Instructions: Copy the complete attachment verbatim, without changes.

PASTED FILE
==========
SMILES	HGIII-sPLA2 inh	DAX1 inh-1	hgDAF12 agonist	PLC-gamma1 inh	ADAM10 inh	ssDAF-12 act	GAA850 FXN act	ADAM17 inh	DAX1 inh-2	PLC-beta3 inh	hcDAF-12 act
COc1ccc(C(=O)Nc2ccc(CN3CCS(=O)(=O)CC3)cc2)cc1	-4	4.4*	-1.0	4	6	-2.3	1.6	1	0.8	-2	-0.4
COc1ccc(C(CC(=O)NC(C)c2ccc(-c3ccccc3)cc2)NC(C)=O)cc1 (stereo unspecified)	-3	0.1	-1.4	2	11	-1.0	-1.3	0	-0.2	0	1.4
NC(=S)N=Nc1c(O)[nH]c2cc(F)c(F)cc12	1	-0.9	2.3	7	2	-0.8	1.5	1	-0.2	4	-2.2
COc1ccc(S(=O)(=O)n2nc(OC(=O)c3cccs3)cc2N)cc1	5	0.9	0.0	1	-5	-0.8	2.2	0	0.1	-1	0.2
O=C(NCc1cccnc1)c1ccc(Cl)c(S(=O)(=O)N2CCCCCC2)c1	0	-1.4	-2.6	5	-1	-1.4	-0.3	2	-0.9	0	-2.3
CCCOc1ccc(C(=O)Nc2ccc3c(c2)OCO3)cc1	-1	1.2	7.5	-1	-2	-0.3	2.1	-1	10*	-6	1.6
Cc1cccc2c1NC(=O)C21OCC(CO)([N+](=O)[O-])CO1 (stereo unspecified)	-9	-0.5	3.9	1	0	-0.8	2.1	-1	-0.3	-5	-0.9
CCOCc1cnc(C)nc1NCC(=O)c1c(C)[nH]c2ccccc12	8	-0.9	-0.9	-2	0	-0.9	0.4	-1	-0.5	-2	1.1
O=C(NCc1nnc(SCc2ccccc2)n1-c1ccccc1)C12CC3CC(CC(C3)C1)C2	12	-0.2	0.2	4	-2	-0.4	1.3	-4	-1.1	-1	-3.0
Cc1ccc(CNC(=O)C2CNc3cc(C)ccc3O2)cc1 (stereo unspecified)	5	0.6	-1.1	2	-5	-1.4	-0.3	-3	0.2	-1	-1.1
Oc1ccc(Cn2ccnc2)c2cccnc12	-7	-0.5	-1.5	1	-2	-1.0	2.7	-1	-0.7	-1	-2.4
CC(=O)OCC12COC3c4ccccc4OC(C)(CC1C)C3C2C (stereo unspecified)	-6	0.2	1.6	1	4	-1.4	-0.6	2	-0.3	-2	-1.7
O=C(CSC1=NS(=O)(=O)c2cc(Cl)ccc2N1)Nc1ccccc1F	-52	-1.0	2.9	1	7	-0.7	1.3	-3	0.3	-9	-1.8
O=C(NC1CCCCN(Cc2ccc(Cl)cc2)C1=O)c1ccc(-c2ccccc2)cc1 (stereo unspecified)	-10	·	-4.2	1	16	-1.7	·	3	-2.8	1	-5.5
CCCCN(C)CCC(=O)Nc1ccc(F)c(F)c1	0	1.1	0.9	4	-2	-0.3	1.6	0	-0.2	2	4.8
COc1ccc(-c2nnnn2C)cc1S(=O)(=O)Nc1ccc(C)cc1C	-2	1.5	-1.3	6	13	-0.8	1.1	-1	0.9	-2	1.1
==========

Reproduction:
SMILES	HGIII-sPLA2 inh	DAX1 inh-1	hgDAF12 agonist	PLC-gamma1 inh	ADAM10 inh	ssDAF-12 act	GAA850 FXN act	ADAM17 inh	DAX1 inh-2	PLC-beta3 inh	hcDAF-12 act
COc1ccc(C(=O)Nc2ccc(CN3CCS(=O)(=O)CC3)cc2)cc1	-4	4.4*	-1.0	4	6	-2.3	1.6	1	0.8	-2	-0.4
COc1ccc(C(CC(=O)NC(C)c2ccc(-c3ccccc3)cc2)NC(C)=O)cc1 (stereo unspecified)	-3	0.1	-1.4	2	11	-1.0	-1.3	0	-0.2	0	1.4
NC(=S)N=Nc1c(O)[nH]c2cc(F)c(F)cc12	1	-0.9	2.3	7	2	-0.8	1.5	1	-0.2	4	-2.2
COc1ccc(S(=O)(=O)n2nc(OC(=O)c3cccs3)cc2N)cc1	5	0.9	0.0	1	-5	-0.8	2.2	0	0.1	-1	0.2
O=C(NCc1cccnc1)c1ccc(Cl)c(S(=O)(=O)N2CCCCCC2)c1	0	-1.4	-2.6	5	-1	-1.4	-0.3	2	-0.9	0	-2.3
CCCOc1ccc(C(=O)Nc2ccc3c(c2)OCO3)cc1	-1	1.2	7.5	-1	-2	-0.3	2.1	-1	10*	-6	1.6
Cc1cccc2c1NC(=O)C21OCC(CO)([N+](=O)[O-])CO1 (stereo unspecified)	-9	-0.5	3.9	1	0	-0.8	2.1	-1	-0.3	-5	-0.9
CCOCc1cnc(C)nc1NCC(=O)c1c(C)[nH]c2ccccc12	8	-0.9	-0.9	-2	0	-0.9	0.4	-1	-0.5	-2	1.1
O=C(NCc1nnc(SCc2ccccc2)n1-c1ccccc1)C12CC3CC(CC(C3)C1)C2	12	-0.2	0.2	4	-2	-0.4	1.3	-4	-1.1	-1	-3.0
Cc1ccc(CNC(=O)C2CNc3cc(C)ccc3O2)cc1 (stereo unspecified)	5	0.6	-1.1	2	-5	-1.4	-0.3	-3	0.2	-1	-1.1
Oc1ccc(Cn2ccnc2)c2cccnc12	-7	-0.5	-1.5	1	-2	-1.0	2.7	-1	-0.7	-1	-2.4
CC(=O)OCC12COC3c4ccccc4OC(C)(CC1C)C3C2C (stereo unspecified)	-6	0.2	1.6	1	4	-1.4	-0.6	2	-0.3	-2	-1.7
O=C(CSC1=NS(=O)(=O)c2cc(Cl)ccc2N1)Nc1ccccc1F	-52	-1.0	2.9	1	7	-0.7	1.3	-3	0.3	-9	-1.8
O=C(NC1CCCCN(Cc2ccc(Cl)cc2)C1=O)c1ccc(-c2ccccc2)cc1 (stereo unspecified)	-10	·	-4.2	1	16	-1.7	·	3	-2.8	1	-5.5
CCCCN(C)CCC(=O)Nc1ccc(F)c(F)c1	0	1.1	0.9	4	-2	-0.3	1.6	0	-0.2	2	4.8
COc1ccc(-c2nnnn2C)cc1S(=O)(=O)Nc1ccc(C)cc1C	-2	1.5	-1.3	6	13	-0.8	1.1	-1	0.9	-2	1.1